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How can student unions attract a digital generation that craves face time?

Mix it up with a focus on food, health and wellness, and interaction

By Ray Maggi, Philadelphia, PA

In my first blog in this series I took a look at some defining characteristics of the new generation of students – Gen Z arriving on campus, and in our student union. In my second blog we delved into cultural cues that inform design of our student union. In this third and final blog in the series, we look at programming ideas that respond to this surprising digital generation.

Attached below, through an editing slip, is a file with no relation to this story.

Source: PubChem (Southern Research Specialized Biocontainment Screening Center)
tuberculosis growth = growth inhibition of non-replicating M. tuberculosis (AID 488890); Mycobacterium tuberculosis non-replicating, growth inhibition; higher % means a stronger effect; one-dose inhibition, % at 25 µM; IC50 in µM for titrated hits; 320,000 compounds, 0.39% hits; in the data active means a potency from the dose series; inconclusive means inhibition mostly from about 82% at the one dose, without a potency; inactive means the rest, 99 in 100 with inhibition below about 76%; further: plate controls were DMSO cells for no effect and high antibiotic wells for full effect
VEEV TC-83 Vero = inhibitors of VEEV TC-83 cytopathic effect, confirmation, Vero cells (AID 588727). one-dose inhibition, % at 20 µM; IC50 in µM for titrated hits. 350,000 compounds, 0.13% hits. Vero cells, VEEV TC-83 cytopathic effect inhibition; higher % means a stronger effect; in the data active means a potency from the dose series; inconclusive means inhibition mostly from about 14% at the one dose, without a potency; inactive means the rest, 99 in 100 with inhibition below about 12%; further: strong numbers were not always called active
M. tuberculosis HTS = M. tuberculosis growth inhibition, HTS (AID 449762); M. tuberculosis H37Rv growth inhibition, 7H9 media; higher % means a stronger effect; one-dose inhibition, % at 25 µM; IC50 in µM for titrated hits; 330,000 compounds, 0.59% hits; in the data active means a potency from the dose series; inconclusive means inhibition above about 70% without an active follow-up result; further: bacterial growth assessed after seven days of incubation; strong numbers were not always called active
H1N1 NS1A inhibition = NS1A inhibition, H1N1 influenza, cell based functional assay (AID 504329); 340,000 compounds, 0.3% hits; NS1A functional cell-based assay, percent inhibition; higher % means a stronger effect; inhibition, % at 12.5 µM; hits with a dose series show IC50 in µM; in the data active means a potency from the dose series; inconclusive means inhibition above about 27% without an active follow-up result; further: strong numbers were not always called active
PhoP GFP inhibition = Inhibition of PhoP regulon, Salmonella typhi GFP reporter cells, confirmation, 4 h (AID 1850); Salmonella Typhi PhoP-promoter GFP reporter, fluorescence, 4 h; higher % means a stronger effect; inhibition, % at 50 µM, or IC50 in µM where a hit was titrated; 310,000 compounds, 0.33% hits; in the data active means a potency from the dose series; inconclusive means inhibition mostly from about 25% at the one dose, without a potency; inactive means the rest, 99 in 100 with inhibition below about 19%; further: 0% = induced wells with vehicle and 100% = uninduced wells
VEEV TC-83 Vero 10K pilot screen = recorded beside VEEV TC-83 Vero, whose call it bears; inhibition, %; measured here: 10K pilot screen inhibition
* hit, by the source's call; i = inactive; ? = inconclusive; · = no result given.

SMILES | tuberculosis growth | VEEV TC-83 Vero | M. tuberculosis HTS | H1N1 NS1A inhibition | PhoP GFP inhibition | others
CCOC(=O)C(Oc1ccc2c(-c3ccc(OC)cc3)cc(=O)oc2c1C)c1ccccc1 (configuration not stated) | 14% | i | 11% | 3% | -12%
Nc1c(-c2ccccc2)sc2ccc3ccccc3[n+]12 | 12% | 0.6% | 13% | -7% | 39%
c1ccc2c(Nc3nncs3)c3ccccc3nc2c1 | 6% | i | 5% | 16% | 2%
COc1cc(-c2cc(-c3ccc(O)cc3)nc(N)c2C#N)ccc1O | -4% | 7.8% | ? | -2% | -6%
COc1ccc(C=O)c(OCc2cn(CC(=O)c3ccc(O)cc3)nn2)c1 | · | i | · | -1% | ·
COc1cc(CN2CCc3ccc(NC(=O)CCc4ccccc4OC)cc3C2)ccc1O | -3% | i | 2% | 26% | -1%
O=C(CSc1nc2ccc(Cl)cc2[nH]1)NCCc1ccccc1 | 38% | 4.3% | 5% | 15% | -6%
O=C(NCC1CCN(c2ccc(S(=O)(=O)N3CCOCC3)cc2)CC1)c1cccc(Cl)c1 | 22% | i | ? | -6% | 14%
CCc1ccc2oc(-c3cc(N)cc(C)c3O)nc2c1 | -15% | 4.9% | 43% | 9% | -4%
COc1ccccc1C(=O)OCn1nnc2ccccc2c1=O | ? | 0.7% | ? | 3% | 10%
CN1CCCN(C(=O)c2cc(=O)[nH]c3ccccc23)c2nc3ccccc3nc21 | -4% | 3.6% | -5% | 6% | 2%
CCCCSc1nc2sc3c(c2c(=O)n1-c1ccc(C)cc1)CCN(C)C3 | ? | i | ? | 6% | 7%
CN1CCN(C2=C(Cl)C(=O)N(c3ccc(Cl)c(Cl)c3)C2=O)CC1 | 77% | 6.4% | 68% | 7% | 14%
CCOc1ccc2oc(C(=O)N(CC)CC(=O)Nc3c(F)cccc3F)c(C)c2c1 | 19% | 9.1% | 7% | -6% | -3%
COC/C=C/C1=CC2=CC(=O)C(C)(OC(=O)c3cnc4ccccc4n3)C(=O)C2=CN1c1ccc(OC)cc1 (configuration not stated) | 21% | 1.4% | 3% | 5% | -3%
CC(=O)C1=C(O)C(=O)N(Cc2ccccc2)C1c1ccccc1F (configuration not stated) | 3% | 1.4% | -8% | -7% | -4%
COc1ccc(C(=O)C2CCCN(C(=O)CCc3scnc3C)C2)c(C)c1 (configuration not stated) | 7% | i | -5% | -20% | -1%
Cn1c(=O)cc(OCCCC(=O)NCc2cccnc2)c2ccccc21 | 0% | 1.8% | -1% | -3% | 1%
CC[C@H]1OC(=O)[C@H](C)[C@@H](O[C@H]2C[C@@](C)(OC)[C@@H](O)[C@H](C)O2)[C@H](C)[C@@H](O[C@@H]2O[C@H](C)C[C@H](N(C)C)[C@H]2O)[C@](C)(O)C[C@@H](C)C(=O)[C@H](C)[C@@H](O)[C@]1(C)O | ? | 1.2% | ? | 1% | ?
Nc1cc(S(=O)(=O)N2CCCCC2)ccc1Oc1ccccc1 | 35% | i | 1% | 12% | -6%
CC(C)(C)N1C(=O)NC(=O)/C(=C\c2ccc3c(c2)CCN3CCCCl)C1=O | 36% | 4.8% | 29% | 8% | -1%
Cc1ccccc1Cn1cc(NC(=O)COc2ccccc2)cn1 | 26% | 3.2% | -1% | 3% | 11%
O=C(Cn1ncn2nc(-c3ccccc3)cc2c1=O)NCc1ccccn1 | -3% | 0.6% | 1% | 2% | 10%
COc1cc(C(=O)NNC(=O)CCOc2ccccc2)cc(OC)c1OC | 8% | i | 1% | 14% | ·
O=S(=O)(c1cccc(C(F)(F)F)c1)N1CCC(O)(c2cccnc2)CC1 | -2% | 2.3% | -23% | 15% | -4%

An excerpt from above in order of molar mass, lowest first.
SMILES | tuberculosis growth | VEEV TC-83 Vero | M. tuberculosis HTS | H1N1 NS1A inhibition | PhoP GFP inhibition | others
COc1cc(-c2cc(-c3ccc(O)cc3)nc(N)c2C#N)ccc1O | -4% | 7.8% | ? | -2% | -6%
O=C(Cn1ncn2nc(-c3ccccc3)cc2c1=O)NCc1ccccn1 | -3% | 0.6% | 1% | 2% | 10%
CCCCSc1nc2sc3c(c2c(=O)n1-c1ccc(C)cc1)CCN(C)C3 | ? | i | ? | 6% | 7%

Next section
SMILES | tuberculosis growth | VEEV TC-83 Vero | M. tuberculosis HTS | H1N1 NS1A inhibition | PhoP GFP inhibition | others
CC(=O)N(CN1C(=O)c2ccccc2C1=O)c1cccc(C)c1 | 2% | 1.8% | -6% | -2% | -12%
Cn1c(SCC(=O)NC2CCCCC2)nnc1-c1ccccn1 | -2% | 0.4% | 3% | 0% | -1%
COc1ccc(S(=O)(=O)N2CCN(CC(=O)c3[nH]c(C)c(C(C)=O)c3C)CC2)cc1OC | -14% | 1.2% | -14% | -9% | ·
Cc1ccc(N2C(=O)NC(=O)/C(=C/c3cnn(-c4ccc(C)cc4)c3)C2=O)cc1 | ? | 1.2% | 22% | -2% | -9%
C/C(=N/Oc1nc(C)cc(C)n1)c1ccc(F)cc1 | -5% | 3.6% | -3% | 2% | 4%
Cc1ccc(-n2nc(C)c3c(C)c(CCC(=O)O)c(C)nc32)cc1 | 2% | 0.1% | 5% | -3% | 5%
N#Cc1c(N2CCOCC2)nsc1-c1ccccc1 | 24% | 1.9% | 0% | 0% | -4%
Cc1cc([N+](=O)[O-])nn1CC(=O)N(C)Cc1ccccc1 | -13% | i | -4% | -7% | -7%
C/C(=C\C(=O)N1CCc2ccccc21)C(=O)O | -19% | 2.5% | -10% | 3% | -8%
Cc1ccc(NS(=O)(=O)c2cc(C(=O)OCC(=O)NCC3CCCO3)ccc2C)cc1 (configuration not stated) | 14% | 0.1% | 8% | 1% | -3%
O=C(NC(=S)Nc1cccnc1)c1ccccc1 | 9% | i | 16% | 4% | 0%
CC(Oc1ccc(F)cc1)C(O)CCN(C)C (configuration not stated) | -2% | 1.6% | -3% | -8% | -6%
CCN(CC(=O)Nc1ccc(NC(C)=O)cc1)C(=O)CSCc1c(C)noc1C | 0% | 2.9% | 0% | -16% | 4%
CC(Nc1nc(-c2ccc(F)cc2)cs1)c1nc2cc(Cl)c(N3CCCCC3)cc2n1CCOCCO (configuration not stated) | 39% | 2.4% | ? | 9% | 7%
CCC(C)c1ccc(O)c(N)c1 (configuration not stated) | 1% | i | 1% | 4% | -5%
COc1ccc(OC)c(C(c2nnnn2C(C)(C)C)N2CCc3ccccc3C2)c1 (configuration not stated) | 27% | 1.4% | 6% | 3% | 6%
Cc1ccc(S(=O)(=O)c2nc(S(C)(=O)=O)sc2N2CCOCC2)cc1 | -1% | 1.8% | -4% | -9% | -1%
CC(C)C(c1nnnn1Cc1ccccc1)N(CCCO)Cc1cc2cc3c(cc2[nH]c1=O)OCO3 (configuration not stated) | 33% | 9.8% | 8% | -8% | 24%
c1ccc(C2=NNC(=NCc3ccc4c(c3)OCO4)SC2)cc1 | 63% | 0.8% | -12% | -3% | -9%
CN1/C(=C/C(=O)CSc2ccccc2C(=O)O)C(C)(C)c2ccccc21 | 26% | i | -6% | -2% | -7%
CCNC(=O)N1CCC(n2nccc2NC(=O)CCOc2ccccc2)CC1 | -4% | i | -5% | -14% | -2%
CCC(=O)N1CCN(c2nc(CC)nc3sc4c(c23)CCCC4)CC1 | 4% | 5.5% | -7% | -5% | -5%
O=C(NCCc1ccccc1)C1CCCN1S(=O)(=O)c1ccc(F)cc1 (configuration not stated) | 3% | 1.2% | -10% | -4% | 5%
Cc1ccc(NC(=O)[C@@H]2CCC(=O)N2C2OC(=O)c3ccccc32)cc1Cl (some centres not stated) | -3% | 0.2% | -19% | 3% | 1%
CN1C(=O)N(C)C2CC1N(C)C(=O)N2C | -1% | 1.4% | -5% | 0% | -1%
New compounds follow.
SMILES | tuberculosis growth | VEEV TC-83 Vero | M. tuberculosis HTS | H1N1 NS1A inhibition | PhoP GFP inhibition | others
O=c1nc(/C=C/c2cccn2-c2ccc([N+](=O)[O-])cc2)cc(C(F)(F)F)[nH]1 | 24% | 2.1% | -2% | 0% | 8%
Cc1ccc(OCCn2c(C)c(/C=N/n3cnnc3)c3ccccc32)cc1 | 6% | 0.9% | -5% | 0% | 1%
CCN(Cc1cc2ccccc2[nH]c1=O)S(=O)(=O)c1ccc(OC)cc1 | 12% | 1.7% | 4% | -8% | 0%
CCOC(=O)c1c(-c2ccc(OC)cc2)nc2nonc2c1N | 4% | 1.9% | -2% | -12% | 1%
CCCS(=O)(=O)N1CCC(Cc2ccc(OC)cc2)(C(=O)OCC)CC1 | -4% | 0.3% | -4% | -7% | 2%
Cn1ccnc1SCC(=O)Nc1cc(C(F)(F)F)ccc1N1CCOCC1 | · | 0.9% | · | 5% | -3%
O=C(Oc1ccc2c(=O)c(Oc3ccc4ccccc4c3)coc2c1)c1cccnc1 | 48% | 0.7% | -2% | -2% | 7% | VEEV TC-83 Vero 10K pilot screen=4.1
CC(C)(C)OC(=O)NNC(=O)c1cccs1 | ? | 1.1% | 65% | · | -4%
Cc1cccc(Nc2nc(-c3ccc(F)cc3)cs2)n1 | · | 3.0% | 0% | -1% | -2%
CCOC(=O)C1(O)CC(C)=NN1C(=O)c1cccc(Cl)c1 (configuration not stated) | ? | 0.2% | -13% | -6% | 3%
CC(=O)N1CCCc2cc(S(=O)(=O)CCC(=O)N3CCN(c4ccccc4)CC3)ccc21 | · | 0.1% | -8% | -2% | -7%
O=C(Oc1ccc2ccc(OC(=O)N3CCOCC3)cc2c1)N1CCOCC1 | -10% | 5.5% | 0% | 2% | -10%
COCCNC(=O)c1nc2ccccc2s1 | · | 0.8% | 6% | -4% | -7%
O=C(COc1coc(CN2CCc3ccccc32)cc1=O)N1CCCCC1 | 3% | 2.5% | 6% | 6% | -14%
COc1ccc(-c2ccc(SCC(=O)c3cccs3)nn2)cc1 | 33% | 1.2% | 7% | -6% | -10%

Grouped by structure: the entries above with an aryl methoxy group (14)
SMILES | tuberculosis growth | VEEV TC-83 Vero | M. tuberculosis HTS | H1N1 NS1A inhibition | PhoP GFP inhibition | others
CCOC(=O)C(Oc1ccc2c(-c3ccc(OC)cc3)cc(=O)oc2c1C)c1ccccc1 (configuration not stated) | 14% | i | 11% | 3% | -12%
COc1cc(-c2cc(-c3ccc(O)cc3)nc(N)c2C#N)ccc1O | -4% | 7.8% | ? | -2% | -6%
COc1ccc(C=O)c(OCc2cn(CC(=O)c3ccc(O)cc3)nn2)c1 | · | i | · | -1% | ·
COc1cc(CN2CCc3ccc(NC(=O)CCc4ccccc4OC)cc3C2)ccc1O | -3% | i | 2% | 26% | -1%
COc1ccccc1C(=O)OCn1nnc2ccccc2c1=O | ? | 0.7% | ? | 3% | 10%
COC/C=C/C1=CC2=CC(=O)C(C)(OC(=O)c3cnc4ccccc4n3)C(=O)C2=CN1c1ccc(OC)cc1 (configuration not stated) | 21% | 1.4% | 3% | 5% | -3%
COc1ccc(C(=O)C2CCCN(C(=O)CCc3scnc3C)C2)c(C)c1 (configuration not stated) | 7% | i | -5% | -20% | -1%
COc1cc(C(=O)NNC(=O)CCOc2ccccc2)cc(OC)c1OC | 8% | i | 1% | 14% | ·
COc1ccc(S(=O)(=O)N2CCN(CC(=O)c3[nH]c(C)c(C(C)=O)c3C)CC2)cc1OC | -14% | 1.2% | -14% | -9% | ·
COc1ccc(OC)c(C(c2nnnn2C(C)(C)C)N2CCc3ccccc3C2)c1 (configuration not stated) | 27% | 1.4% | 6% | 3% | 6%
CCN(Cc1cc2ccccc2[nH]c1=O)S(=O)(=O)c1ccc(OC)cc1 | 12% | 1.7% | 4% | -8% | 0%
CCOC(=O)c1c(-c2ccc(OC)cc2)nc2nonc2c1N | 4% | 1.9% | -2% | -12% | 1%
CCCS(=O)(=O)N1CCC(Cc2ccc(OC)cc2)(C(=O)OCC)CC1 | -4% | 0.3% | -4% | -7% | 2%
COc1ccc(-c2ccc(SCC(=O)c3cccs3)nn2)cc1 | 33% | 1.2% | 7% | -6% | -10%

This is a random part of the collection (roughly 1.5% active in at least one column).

Transcript of the video follows